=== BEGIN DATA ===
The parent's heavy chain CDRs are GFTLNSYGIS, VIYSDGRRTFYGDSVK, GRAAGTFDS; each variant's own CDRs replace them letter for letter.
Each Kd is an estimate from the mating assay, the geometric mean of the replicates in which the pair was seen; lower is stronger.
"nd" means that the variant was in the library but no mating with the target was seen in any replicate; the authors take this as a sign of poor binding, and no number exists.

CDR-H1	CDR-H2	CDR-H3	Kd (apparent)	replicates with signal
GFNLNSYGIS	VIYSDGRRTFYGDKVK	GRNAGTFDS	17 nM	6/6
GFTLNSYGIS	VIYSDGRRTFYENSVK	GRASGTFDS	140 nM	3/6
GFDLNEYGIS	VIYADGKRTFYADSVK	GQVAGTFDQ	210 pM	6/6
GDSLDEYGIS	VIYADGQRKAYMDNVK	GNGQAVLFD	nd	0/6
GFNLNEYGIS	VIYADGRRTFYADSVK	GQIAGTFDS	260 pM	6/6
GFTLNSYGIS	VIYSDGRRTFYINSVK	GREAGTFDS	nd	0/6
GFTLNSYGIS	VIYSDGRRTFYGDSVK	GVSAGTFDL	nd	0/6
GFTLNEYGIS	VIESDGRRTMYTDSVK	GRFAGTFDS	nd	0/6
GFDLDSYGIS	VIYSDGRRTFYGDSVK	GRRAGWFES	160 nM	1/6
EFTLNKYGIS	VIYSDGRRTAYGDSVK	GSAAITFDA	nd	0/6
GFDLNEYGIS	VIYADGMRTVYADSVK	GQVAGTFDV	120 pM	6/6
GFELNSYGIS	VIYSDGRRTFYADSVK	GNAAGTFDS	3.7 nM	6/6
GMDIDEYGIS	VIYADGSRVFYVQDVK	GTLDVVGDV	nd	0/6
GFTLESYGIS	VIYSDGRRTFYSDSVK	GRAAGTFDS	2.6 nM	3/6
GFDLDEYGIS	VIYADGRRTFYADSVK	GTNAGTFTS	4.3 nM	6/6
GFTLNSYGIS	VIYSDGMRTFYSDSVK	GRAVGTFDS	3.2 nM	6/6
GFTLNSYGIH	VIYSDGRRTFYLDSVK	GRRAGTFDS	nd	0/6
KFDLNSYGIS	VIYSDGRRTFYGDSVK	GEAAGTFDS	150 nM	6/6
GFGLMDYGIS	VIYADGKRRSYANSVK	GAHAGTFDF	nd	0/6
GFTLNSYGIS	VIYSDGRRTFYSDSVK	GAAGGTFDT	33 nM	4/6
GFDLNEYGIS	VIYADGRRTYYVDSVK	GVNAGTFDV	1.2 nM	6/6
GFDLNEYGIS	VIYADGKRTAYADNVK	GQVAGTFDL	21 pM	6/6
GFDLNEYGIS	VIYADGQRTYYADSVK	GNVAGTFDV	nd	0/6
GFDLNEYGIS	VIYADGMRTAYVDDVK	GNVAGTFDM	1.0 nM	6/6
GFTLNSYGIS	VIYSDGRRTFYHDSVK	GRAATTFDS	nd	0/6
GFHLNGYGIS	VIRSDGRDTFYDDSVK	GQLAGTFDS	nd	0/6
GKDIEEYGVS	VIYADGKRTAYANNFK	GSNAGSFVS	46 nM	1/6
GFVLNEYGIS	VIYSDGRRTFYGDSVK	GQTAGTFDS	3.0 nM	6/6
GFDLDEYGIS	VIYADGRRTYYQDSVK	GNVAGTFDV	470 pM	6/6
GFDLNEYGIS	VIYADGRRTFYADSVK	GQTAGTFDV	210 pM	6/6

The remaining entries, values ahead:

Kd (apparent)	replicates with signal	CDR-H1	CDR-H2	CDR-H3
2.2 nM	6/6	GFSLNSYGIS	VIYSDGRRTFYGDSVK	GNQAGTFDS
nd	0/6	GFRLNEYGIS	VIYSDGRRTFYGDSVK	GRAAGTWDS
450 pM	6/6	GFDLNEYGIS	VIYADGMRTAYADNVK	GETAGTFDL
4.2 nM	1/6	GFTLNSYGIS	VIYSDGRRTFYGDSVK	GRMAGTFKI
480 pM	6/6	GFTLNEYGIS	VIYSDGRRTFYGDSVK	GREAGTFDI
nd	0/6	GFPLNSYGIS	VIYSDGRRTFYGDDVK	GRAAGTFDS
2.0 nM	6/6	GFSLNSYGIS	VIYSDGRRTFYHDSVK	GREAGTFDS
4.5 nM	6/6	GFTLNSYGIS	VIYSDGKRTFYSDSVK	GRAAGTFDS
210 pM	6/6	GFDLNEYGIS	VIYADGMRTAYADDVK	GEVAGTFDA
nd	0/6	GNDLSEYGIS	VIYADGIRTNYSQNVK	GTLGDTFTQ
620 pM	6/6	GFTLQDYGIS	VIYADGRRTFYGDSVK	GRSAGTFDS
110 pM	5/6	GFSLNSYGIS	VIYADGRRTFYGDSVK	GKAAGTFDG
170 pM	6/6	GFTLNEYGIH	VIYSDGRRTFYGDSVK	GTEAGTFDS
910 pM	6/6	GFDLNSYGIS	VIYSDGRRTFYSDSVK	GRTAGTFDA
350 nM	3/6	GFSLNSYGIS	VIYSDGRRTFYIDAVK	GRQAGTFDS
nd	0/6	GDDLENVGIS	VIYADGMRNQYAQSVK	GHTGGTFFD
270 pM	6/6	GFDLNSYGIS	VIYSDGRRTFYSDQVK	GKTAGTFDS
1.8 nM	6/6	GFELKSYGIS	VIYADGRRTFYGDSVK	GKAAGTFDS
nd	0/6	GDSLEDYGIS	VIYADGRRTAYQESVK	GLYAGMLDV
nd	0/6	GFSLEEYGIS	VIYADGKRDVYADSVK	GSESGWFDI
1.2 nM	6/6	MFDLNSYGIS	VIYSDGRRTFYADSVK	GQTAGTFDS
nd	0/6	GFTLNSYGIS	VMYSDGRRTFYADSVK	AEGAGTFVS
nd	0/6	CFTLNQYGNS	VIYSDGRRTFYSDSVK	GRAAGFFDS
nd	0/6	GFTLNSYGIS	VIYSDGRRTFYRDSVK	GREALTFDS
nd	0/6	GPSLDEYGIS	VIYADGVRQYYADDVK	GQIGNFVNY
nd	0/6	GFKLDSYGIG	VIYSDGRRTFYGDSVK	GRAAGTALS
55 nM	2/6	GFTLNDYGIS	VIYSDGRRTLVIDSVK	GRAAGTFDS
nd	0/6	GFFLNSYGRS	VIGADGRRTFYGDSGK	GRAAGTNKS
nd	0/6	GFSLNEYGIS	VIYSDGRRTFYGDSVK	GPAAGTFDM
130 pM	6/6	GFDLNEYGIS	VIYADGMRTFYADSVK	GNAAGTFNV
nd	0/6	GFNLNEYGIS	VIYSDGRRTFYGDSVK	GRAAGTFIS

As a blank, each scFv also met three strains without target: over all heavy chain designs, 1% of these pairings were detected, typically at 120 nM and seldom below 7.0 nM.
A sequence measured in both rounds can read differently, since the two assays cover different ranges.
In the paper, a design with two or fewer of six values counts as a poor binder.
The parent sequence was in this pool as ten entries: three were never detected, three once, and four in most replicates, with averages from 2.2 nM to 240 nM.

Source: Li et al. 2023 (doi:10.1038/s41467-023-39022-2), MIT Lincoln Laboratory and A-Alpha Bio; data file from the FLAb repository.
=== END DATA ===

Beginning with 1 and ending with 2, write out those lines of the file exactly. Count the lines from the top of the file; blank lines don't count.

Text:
The parent's heavy chain CDRs are GFTLNSYGIS, VIYSDGRRTFYGDSVK, GRAAGTFDS; each variant's own CDRs replace them letter for letter.
Each Kd is an estimate from the mating assay, the geometric mean of the replicates in which the pair was seen; lower is stronger.